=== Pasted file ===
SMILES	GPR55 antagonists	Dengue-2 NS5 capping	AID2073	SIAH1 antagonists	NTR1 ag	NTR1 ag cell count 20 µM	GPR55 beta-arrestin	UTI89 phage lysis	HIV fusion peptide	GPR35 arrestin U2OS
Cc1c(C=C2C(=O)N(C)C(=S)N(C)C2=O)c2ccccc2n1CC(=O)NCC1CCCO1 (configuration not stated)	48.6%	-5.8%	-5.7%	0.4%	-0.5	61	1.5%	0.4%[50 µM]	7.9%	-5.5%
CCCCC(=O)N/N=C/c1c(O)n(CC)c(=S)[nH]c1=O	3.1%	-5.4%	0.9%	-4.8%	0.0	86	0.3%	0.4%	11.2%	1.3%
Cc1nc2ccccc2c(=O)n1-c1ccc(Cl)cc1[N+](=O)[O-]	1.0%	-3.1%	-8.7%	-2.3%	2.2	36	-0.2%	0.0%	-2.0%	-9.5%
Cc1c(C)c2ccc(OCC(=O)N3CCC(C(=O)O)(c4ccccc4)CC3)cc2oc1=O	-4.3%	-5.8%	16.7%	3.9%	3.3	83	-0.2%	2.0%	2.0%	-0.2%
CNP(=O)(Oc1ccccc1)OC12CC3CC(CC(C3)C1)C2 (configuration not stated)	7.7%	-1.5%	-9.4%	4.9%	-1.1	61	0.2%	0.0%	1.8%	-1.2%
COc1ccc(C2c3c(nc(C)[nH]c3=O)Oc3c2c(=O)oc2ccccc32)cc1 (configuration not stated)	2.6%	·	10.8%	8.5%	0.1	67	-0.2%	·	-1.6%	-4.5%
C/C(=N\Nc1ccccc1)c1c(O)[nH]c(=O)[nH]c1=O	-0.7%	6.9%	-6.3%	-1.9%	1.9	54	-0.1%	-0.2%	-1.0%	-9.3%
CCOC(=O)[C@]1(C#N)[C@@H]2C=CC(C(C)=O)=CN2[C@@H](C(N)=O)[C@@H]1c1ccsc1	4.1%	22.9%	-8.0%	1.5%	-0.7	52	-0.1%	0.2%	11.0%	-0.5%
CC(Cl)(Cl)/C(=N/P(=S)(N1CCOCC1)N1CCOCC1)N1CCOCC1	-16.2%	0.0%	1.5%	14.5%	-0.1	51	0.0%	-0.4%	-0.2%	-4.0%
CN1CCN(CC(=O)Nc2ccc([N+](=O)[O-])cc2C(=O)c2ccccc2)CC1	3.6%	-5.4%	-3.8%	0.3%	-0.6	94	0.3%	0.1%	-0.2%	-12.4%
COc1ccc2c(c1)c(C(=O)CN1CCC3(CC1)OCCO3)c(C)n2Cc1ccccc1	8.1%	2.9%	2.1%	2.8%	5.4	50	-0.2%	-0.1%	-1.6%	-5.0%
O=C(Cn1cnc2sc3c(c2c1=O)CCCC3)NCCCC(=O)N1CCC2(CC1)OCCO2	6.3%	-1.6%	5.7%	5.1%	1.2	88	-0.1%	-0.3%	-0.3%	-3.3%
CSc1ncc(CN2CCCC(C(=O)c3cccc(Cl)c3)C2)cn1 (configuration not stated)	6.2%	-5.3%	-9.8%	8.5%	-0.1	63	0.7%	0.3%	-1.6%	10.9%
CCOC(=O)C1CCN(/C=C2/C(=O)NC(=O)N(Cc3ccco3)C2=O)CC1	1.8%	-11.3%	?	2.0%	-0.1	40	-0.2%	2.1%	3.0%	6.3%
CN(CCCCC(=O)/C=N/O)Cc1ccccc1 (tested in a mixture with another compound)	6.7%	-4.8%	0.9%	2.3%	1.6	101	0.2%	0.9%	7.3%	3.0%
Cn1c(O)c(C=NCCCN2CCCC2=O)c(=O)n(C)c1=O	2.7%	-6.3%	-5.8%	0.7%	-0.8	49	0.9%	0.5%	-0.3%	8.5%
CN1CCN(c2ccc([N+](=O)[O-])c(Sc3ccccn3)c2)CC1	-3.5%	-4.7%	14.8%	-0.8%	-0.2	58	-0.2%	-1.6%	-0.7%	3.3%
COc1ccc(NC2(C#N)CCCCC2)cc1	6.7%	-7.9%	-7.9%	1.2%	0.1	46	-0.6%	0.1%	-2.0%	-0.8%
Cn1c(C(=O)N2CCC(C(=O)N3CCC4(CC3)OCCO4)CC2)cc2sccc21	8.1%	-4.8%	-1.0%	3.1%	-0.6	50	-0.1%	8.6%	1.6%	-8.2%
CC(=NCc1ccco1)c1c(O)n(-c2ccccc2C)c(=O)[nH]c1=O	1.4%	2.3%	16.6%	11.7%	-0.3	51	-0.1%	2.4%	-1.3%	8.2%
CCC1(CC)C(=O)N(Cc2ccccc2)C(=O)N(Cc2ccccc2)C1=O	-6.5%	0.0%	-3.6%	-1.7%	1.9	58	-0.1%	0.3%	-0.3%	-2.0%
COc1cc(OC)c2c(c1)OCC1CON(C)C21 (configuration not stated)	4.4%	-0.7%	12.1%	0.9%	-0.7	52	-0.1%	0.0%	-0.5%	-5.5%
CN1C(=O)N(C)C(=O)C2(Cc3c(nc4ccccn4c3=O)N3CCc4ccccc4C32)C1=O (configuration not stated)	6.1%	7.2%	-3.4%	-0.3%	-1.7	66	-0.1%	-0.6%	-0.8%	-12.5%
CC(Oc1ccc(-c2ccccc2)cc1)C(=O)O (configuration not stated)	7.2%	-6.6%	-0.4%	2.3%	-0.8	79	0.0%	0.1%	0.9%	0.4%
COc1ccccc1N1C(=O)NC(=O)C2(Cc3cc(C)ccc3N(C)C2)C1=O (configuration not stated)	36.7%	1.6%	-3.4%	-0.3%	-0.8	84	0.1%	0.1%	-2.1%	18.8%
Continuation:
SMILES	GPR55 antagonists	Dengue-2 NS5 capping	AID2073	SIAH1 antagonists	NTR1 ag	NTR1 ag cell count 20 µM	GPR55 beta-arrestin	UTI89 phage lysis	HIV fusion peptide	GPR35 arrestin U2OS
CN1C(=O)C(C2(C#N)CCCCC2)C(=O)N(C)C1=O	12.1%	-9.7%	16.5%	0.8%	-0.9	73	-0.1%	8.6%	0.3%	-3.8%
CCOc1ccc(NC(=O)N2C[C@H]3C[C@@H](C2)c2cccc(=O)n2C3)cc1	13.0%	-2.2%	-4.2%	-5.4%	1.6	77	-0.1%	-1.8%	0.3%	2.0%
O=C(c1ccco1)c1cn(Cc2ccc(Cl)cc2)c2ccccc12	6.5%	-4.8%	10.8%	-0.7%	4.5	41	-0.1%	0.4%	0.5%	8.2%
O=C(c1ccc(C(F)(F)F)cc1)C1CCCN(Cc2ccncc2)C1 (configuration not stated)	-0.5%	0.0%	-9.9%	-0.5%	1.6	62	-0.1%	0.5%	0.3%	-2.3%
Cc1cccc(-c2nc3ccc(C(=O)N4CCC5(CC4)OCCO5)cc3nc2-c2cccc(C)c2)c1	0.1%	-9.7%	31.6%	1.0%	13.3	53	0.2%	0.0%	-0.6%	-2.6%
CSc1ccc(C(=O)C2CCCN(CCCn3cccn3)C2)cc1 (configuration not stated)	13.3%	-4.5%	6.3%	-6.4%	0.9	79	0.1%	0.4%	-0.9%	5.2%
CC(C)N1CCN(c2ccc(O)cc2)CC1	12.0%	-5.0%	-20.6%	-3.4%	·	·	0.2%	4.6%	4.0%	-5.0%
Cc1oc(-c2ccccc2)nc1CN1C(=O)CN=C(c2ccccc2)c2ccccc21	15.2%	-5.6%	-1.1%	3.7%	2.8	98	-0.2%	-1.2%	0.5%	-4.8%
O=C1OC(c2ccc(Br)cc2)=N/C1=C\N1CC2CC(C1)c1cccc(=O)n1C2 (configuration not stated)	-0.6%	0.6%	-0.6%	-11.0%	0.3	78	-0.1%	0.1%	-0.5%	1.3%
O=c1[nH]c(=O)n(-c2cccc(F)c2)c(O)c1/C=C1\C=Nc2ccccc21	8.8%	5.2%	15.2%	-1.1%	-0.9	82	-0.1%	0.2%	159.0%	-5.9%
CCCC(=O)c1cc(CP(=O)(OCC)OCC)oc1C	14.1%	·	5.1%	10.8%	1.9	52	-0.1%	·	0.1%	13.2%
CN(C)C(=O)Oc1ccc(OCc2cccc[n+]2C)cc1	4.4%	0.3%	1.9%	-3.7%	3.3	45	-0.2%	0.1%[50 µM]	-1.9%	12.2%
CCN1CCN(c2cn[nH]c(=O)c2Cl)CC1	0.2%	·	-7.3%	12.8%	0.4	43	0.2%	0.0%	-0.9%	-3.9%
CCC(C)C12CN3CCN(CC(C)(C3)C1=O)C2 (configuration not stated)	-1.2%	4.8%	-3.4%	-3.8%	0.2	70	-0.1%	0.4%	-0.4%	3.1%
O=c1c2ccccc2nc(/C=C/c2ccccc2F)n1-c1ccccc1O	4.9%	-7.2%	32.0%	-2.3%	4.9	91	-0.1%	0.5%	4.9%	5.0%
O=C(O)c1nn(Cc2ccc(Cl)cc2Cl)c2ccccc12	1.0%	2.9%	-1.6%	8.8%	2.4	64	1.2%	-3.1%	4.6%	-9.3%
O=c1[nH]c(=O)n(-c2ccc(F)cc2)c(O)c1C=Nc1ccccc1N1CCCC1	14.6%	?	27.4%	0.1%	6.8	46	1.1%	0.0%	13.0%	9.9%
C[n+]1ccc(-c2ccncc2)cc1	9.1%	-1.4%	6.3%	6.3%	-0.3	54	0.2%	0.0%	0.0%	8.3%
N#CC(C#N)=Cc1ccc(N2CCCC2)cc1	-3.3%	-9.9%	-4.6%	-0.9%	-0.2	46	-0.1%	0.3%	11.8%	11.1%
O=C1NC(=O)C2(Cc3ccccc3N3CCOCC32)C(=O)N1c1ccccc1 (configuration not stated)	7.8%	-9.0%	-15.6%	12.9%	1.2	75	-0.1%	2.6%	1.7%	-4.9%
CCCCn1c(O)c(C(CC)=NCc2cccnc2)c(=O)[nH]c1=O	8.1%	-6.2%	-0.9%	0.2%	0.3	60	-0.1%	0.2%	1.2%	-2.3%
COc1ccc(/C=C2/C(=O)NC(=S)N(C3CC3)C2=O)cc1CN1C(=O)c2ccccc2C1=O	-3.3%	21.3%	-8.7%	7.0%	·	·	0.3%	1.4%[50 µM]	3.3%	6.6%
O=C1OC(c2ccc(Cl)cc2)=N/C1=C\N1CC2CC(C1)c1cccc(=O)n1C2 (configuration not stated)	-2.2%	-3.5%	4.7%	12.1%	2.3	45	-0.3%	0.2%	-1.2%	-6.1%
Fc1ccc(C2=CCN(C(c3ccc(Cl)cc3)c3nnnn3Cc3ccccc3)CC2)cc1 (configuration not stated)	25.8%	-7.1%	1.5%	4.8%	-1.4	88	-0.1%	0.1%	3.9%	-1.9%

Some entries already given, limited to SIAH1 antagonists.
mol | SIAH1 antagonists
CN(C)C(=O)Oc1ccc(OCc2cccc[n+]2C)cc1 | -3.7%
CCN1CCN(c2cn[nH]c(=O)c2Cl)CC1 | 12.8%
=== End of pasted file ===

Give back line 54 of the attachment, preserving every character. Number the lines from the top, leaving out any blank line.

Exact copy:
mol | SIAH1 antagonists